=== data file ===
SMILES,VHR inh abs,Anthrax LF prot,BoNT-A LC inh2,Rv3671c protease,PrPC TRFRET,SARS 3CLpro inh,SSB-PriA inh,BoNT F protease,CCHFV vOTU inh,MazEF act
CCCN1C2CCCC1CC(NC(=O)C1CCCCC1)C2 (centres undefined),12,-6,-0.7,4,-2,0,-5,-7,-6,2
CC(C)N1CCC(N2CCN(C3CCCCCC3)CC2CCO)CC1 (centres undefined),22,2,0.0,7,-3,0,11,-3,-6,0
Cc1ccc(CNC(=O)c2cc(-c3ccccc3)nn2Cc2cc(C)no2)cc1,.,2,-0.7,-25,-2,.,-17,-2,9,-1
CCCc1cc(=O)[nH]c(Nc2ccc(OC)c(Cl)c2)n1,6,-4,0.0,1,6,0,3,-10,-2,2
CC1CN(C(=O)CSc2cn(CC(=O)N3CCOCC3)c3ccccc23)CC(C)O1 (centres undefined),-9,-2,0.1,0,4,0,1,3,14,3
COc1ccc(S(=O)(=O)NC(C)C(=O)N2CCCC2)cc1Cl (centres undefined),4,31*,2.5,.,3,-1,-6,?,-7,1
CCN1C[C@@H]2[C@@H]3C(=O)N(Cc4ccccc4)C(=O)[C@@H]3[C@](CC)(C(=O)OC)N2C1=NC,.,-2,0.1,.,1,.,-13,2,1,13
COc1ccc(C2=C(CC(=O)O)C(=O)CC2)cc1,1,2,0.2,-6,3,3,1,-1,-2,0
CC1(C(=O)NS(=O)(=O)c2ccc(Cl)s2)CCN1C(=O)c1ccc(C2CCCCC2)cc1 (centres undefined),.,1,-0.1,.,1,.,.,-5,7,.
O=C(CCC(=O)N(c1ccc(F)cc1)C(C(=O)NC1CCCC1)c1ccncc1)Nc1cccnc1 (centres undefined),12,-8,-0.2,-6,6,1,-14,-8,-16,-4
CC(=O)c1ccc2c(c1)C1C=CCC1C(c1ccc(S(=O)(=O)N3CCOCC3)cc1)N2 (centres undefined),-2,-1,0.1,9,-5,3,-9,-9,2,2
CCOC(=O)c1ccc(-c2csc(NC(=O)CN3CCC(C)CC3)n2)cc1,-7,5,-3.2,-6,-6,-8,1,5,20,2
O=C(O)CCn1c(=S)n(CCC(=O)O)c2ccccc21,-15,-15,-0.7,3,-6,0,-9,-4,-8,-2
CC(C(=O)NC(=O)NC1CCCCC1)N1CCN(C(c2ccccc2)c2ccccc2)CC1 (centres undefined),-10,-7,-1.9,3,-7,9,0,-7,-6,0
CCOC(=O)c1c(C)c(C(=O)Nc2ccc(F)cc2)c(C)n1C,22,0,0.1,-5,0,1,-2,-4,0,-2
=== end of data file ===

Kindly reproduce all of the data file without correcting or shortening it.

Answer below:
SMILES,VHR inh abs,Anthrax LF prot,BoNT-A LC inh2,Rv3671c protease,PrPC TRFRET,SARS 3CLpro inh,SSB-PriA inh,BoNT F protease,CCHFV vOTU inh,MazEF act
CCCN1C2CCCC1CC(NC(=O)C1CCCCC1)C2 (centres undefined),12,-6,-0.7,4,-2,0,-5,-7,-6,2
CC(C)N1CCC(N2CCN(C3CCCCCC3)CC2CCO)CC1 (centres undefined),22,2,0.0,7,-3,0,11,-3,-6,0
Cc1ccc(CNC(=O)c2cc(-c3ccccc3)nn2Cc2cc(C)no2)cc1,.,2,-0.7,-25,-2,.,-17,-2,9,-1
CCCc1cc(=O)[nH]c(Nc2ccc(OC)c(Cl)c2)n1,6,-4,0.0,1,6,0,3,-10,-2,2
CC1CN(C(=O)CSc2cn(CC(=O)N3CCOCC3)c3ccccc23)CC(C)O1 (centres undefined),-9,-2,0.1,0,4,0,1,3,14,3
COc1ccc(S(=O)(=O)NC(C)C(=O)N2CCCC2)cc1Cl (centres undefined),4,31*,2.5,.,3,-1,-6,?,-7,1
CCN1C[C@@H]2[C@@H]3C(=O)N(Cc4ccccc4)C(=O)[C@@H]3[C@](CC)(C(=O)OC)N2C1=NC,.,-2,0.1,.,1,.,-13,2,1,13
COc1ccc(C2=C(CC(=O)O)C(=O)CC2)cc1,1,2,0.2,-6,3,3,1,-1,-2,0
CC1(C(=O)NS(=O)(=O)c2ccc(Cl)s2)CCN1C(=O)c1ccc(C2CCCCC2)cc1 (centres undefined),.,1,-0.1,.,1,.,.,-5,7,.
O=C(CCC(=O)N(c1ccc(F)cc1)C(C(=O)NC1CCCC1)c1ccncc1)Nc1cccnc1 (centres undefined),12,-8,-0.2,-6,6,1,-14,-8,-16,-4
CC(=O)c1ccc2c(c1)C1C=CCC1C(c1ccc(S(=O)(=O)N3CCOCC3)cc1)N2 (centres undefined),-2,-1,0.1,9,-5,3,-9,-9,2,2
CCOC(=O)c1ccc(-c2csc(NC(=O)CN3CCC(C)CC3)n2)cc1,-7,5,-3.2,-6,-6,-8,1,5,20,2
O=C(O)CCn1c(=S)n(CCC(=O)O)c2ccccc21,-15,-15,-0.7,3,-6,0,-9,-4,-8,-2
CC(C(=O)NC(=O)NC1CCCCC1)N1CCN(C(c2ccccc2)c2ccccc2)CC1 (centres undefined),-10,-7,-1.9,3,-7,9,0,-7,-6,0
CCOC(=O)c1c(C)c(C(=O)Nc2ccc(F)cc2)c(C)n1C,22,0,0.1,-5,0,1,-2,-4,0,-2